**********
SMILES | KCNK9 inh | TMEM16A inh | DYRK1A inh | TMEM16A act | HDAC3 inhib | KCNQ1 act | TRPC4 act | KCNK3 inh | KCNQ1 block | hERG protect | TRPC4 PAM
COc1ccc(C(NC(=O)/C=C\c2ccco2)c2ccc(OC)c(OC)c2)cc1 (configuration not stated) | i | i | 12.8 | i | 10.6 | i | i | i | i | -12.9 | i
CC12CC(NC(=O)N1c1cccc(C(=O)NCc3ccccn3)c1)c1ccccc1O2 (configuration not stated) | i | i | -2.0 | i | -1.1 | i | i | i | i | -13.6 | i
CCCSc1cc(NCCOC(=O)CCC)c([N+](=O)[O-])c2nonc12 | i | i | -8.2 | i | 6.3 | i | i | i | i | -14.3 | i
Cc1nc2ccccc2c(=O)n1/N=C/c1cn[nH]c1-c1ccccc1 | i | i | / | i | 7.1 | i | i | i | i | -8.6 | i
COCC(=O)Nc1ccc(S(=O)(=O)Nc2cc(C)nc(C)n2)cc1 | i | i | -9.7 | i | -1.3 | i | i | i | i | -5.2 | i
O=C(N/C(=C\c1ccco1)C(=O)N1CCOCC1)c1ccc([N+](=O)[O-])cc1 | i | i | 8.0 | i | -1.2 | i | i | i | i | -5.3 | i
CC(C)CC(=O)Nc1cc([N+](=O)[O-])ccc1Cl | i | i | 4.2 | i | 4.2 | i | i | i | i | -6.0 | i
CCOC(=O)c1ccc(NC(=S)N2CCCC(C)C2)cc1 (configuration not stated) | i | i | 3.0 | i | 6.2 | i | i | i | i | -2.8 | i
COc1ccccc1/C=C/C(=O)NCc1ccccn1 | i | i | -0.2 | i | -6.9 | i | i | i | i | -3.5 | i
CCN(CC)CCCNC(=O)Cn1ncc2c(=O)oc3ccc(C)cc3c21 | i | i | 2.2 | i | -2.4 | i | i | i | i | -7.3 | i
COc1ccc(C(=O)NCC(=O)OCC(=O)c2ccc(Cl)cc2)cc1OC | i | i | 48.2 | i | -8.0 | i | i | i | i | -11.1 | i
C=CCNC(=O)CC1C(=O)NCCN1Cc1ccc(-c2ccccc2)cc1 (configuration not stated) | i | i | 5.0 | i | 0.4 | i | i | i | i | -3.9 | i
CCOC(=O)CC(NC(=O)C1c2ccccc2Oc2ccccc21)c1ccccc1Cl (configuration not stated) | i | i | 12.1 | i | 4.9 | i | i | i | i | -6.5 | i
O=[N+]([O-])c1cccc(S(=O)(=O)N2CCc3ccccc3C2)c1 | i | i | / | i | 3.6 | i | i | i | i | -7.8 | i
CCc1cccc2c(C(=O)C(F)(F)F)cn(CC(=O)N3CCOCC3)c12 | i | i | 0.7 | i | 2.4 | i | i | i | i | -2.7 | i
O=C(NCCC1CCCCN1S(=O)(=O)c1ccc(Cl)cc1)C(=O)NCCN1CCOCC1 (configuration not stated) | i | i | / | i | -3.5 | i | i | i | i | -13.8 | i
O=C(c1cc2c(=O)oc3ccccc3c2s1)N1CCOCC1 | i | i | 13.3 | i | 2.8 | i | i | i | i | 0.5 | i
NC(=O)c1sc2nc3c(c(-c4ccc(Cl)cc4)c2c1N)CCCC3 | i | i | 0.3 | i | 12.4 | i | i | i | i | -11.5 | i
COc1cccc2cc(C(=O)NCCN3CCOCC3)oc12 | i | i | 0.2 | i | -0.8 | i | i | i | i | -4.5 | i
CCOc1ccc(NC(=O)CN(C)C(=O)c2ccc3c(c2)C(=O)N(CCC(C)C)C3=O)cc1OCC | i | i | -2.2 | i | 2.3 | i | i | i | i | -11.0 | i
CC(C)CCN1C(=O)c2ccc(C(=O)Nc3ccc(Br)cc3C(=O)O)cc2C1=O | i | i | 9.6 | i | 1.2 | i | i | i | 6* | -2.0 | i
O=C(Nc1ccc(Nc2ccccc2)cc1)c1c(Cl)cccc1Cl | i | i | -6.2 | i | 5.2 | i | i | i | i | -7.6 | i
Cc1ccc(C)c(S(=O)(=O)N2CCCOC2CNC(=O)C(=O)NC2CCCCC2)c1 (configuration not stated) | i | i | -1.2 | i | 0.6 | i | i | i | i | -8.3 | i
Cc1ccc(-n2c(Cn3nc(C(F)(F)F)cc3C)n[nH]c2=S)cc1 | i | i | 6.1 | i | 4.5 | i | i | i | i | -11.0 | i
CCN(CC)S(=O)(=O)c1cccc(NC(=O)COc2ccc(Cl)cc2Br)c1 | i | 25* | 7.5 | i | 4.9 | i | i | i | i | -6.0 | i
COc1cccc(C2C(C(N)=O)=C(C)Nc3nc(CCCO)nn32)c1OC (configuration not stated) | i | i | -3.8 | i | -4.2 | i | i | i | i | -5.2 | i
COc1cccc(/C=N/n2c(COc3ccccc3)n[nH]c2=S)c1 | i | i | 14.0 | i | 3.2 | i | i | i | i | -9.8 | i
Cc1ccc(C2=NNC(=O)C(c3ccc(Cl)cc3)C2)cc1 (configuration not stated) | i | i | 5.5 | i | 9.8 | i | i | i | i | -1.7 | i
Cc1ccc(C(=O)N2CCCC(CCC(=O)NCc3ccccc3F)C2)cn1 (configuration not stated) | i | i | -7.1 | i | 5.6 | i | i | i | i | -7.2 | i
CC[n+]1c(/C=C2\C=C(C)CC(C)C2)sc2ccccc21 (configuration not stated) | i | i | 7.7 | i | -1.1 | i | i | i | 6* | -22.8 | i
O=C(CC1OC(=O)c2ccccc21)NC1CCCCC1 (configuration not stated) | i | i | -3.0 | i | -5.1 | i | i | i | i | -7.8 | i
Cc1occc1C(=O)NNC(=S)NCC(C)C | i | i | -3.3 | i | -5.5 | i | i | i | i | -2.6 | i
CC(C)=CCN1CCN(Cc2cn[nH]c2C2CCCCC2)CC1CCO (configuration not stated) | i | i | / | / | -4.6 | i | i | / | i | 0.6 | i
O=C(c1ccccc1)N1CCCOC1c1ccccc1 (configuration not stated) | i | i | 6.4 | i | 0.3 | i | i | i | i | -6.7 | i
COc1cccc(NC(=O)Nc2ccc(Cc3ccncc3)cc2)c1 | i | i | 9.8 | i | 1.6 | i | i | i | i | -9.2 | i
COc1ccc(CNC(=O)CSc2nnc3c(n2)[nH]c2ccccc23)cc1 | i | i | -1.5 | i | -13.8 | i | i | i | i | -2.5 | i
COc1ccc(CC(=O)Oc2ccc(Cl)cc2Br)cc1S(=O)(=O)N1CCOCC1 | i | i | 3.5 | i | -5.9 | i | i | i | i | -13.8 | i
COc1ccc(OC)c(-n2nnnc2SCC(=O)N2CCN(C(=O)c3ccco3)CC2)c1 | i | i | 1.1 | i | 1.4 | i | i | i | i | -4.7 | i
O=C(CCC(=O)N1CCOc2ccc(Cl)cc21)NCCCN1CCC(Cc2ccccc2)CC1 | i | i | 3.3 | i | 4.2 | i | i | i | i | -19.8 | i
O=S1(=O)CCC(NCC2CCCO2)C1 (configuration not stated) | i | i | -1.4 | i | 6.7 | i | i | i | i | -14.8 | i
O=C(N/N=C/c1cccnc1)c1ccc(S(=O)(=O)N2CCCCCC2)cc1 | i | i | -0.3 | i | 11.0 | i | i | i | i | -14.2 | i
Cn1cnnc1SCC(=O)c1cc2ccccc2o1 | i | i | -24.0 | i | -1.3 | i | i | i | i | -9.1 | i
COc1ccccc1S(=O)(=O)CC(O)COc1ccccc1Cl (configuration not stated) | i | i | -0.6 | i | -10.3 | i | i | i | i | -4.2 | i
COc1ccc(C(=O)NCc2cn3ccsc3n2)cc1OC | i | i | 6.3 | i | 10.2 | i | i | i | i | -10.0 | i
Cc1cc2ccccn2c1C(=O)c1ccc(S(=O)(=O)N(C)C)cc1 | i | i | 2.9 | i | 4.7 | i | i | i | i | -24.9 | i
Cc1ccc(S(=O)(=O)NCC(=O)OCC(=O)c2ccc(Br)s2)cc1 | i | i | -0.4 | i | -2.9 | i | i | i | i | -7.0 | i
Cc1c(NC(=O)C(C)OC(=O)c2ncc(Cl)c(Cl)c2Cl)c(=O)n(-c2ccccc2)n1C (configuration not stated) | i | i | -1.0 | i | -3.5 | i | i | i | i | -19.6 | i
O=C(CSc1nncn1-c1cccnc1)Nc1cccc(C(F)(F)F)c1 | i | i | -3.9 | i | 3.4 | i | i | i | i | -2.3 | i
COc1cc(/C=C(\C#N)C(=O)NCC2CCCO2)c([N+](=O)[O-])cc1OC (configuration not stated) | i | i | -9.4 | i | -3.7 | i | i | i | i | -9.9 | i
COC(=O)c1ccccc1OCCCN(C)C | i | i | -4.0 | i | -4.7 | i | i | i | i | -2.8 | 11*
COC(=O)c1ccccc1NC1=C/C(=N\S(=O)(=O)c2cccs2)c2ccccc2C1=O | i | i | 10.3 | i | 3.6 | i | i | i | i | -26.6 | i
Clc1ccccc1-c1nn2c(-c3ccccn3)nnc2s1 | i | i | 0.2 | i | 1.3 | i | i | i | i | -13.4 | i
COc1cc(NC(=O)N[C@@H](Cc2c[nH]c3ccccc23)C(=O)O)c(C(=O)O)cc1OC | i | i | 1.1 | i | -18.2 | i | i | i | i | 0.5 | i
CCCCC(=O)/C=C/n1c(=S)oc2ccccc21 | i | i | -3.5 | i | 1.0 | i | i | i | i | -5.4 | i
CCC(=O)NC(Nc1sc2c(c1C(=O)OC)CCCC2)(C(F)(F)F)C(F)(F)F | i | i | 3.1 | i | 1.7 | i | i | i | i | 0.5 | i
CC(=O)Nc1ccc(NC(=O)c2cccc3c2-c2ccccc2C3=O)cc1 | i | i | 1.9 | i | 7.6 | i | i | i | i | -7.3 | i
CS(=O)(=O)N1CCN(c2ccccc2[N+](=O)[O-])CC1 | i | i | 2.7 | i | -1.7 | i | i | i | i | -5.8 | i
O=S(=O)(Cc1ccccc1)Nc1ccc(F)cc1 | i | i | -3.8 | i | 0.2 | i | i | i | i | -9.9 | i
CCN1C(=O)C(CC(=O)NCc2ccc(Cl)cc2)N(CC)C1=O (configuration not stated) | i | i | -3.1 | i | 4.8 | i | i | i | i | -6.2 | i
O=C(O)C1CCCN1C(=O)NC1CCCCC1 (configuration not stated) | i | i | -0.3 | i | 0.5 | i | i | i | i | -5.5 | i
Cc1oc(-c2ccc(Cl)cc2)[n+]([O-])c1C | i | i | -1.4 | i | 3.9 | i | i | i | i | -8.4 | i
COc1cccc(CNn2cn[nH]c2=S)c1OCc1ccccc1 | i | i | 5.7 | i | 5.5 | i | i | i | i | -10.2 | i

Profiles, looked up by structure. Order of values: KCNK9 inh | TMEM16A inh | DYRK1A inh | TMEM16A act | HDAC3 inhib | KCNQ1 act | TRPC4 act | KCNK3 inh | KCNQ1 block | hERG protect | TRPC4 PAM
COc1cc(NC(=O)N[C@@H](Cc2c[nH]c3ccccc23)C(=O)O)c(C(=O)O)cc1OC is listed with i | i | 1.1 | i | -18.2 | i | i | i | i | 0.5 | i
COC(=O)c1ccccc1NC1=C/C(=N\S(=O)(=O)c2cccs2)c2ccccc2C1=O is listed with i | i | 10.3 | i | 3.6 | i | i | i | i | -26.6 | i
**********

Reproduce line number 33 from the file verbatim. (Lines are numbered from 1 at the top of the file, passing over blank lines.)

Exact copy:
Cc1occc1C(=O)NNC(=S)NCC(C)C | i | i | -3.3 | i | -5.5 | i | i | i | i | -2.6 | i